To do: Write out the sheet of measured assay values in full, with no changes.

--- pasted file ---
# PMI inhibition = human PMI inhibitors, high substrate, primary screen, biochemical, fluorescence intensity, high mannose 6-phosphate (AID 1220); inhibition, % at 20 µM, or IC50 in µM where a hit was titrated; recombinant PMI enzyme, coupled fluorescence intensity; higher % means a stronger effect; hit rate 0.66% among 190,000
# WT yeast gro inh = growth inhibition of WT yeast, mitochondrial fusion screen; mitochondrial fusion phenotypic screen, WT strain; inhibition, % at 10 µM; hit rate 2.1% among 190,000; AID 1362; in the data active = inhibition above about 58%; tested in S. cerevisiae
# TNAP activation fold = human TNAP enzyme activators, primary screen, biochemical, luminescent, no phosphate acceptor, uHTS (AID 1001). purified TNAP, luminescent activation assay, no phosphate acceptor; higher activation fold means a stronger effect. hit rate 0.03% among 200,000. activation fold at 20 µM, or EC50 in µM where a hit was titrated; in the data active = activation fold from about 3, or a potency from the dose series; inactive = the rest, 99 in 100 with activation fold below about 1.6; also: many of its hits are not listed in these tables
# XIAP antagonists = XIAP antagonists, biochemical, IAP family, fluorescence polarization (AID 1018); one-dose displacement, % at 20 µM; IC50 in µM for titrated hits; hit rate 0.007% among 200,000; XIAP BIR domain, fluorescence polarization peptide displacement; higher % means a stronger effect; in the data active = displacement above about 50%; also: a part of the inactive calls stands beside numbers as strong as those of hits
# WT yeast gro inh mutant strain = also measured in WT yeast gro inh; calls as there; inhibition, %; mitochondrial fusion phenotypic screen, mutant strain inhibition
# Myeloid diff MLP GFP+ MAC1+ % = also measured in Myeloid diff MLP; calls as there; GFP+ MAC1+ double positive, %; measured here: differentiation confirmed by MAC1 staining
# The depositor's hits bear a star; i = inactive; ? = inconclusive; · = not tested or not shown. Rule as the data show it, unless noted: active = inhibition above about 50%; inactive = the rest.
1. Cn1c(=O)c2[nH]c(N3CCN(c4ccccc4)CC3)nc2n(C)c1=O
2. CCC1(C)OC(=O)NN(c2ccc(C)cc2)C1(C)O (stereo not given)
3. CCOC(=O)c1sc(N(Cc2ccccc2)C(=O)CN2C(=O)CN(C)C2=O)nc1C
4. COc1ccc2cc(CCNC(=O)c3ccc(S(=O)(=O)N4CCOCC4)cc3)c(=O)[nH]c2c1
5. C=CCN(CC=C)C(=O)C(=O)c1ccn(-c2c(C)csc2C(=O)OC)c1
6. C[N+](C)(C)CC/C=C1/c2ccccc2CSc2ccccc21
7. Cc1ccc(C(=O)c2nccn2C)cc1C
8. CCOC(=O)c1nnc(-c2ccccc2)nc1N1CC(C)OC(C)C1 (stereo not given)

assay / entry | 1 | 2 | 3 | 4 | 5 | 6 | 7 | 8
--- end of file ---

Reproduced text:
# PMI inhibition = human PMI inhibitors, high substrate, primary screen, biochemical, fluorescence intensity, high mannose 6-phosphate (AID 1220); inhibition, % at 20 µM, or IC50 in µM where a hit was titrated; recombinant PMI enzyme, coupled fluorescence intensity; higher % means a stronger effect; hit rate 0.66% among 190,000
# WT yeast gro inh = growth inhibition of WT yeast, mitochondrial fusion screen; mitochondrial fusion phenotypic screen, WT strain; inhibition, % at 10 µM; hit rate 2.1% among 190,000; AID 1362; in the data active = inhibition above about 58%; tested in S. cerevisiae
# TNAP activation fold = human TNAP enzyme activators, primary screen, biochemical, luminescent, no phosphate acceptor, uHTS (AID 1001). purified TNAP, luminescent activation assay, no phosphate acceptor; higher activation fold means a stronger effect. hit rate 0.03% among 200,000. activation fold at 20 µM, or EC50 in µM where a hit was titrated; in the data active = activation fold from about 3, or a potency from the dose series; inactive = the rest, 99 in 100 with activation fold below about 1.6; also: many of its hits are not listed in these tables
# XIAP antagonists = XIAP antagonists, biochemical, IAP family, fluorescence polarization (AID 1018); one-dose displacement, % at 20 µM; IC50 in µM for titrated hits; hit rate 0.007% among 200,000; XIAP BIR domain, fluorescence polarization peptide displacement; higher % means a stronger effect; in the data active = displacement above about 50%; also: a part of the inactive calls stands beside numbers as strong as those of hits
# WT yeast gro inh mutant strain = also measured in WT yeast gro inh; calls as there; inhibition, %; mitochondrial fusion phenotypic screen, mutant strain inhibition
# Myeloid diff MLP GFP+ MAC1+ % = also measured in Myeloid diff MLP; calls as there; GFP+ MAC1+ double positive, %; measured here: differentiation confirmed by MAC1 staining
# The depositor's hits bear a star; i = inactive; ? = inconclusive; · = not tested or not shown. Rule as the data show it, unless noted: active = inhibition above about 50%; inactive = the rest.
1. Cn1c(=O)c2[nH]c(N3CCN(c4ccccc4)CC3)nc2n(C)c1=O
2. CCC1(C)OC(=O)NN(c2ccc(C)cc2)C1(C)O (stereo not given)
3. CCOC(=O)c1sc(N(Cc2ccccc2)C(=O)CN2C(=O)CN(C)C2=O)nc1C
4. COc1ccc2cc(CCNC(=O)c3ccc(S(=O)(=O)N4CCOCC4)cc3)c(=O)[nH]c2c1
5. C=CCN(CC=C)C(=O)C(=O)c1ccn(-c2c(C)csc2C(=O)OC)c1
6. C[N+](C)(C)CC/C=C1/c2ccccc2CSc2ccccc21
7. Cc1ccc(C(=O)c2nccn2C)cc1C
8. CCOC(=O)c1nnc(-c2ccccc2)nc1N1CC(C)OC(C)C1 (stereo not given)

assay / entry | 1 | 2 | 3 | 4 | 5 | 6 | 7 | 8